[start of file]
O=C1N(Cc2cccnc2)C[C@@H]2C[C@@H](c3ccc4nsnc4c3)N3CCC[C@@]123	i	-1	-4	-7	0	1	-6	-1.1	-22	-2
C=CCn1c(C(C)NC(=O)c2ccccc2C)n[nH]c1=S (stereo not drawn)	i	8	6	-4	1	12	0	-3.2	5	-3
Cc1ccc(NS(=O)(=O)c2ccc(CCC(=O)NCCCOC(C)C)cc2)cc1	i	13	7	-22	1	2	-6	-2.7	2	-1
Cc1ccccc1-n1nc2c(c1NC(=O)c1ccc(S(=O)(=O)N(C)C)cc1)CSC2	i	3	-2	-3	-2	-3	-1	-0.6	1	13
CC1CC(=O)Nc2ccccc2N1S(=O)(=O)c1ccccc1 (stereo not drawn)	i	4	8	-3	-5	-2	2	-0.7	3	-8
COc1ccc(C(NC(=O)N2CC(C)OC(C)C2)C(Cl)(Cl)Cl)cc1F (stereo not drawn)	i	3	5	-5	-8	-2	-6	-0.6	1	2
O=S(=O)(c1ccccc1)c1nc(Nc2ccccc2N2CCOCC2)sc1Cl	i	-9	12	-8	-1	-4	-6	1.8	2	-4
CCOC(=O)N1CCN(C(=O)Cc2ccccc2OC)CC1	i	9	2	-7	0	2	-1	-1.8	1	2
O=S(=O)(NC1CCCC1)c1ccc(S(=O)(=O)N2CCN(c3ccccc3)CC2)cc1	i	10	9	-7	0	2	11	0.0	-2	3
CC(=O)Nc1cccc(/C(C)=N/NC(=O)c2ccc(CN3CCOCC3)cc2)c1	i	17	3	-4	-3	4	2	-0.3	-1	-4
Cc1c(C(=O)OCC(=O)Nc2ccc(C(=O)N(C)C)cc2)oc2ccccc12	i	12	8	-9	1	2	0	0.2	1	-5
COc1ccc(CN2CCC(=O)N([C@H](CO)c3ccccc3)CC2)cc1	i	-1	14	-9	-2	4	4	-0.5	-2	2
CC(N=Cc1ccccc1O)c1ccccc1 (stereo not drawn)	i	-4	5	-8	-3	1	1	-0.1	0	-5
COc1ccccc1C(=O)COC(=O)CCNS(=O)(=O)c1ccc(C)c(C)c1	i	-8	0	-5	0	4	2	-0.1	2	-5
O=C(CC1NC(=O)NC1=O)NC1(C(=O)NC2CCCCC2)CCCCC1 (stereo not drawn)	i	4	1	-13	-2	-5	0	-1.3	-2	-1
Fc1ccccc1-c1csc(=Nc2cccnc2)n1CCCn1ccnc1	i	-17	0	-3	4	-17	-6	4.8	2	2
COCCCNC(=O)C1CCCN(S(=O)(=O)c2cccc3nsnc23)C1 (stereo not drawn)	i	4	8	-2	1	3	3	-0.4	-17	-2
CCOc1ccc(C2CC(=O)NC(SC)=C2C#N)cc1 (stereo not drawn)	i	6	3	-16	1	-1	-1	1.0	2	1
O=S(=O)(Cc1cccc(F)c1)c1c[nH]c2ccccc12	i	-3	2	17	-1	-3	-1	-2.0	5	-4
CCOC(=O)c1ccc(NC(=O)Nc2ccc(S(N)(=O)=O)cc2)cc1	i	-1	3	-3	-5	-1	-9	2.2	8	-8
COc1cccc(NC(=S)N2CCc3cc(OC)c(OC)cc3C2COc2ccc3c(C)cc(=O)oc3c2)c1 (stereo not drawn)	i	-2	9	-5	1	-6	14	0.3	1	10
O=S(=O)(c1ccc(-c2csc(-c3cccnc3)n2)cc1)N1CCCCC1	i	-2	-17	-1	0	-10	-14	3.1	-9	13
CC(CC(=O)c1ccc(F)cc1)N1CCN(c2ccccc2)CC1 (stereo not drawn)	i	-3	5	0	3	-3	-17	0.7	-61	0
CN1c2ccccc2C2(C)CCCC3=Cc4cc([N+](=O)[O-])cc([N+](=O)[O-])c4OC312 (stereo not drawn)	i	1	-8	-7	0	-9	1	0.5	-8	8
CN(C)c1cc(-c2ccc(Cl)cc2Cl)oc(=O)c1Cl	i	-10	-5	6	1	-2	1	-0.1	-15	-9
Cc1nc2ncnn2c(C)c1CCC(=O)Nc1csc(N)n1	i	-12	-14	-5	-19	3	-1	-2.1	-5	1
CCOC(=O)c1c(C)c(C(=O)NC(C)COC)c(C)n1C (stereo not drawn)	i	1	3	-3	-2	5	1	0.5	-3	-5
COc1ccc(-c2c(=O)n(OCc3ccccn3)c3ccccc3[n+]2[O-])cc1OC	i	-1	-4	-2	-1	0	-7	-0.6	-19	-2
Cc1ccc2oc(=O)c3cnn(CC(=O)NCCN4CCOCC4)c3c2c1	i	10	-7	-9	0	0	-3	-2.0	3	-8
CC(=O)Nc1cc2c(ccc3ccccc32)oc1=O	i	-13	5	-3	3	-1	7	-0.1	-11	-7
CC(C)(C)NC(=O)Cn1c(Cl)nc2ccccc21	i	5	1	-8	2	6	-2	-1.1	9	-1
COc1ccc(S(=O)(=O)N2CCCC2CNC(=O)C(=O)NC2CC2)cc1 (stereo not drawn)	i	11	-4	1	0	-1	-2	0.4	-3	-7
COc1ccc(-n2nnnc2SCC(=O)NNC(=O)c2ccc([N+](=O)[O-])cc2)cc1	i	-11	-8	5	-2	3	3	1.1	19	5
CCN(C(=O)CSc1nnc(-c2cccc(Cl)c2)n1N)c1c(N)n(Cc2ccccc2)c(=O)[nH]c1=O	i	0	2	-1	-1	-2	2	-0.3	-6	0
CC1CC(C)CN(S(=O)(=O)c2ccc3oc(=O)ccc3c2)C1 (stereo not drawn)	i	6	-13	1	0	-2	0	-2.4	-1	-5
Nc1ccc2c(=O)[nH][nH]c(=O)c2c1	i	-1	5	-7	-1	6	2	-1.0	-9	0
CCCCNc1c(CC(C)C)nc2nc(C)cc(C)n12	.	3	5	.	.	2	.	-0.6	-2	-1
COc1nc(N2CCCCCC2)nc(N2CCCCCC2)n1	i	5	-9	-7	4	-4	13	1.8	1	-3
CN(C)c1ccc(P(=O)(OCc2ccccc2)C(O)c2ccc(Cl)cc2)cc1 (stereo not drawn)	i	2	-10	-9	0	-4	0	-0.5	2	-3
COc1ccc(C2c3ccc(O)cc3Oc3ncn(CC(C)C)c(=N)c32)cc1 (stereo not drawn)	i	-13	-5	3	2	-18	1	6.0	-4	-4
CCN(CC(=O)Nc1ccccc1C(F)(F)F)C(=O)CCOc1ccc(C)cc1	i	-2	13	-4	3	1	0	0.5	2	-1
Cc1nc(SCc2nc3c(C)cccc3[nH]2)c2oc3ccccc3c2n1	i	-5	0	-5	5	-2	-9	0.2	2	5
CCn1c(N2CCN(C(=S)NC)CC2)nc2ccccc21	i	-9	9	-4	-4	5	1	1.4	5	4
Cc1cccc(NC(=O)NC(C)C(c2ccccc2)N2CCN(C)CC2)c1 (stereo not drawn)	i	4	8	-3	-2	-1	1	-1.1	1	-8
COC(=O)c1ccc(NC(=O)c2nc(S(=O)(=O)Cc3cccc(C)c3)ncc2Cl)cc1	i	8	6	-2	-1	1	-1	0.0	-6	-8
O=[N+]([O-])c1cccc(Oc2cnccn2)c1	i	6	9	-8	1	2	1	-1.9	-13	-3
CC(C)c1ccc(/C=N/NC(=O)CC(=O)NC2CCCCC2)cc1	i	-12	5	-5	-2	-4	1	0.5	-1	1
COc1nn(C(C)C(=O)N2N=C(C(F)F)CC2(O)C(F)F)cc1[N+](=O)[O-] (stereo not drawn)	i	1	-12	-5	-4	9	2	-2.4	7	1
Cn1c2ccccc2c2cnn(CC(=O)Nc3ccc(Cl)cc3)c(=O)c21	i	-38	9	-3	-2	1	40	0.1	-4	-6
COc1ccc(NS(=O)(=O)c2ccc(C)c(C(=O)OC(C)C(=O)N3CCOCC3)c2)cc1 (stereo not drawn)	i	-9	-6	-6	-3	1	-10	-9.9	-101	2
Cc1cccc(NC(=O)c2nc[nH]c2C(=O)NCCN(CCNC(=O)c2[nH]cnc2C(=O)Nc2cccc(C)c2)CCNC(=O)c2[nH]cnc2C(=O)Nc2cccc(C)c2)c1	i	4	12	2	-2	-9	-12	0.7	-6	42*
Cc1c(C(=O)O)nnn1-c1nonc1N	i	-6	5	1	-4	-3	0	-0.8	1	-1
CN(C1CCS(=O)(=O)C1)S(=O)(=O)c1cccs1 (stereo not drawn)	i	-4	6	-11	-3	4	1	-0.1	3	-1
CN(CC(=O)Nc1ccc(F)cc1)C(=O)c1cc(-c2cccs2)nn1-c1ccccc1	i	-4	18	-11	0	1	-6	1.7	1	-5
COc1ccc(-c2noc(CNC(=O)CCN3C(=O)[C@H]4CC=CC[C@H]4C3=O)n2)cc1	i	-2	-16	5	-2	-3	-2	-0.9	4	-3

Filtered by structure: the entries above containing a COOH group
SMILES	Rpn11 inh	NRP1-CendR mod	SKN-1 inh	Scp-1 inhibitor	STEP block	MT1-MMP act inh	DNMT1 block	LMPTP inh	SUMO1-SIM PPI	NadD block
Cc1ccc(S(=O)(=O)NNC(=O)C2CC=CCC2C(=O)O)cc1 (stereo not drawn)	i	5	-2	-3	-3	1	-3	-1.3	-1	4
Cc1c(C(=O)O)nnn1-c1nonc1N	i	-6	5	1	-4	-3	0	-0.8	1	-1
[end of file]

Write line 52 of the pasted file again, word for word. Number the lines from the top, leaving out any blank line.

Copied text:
Cc1c(C(=O)O)nnn1-c1nonc1N	i	-6	5	1	-4	-3	0	-0.8	1	-1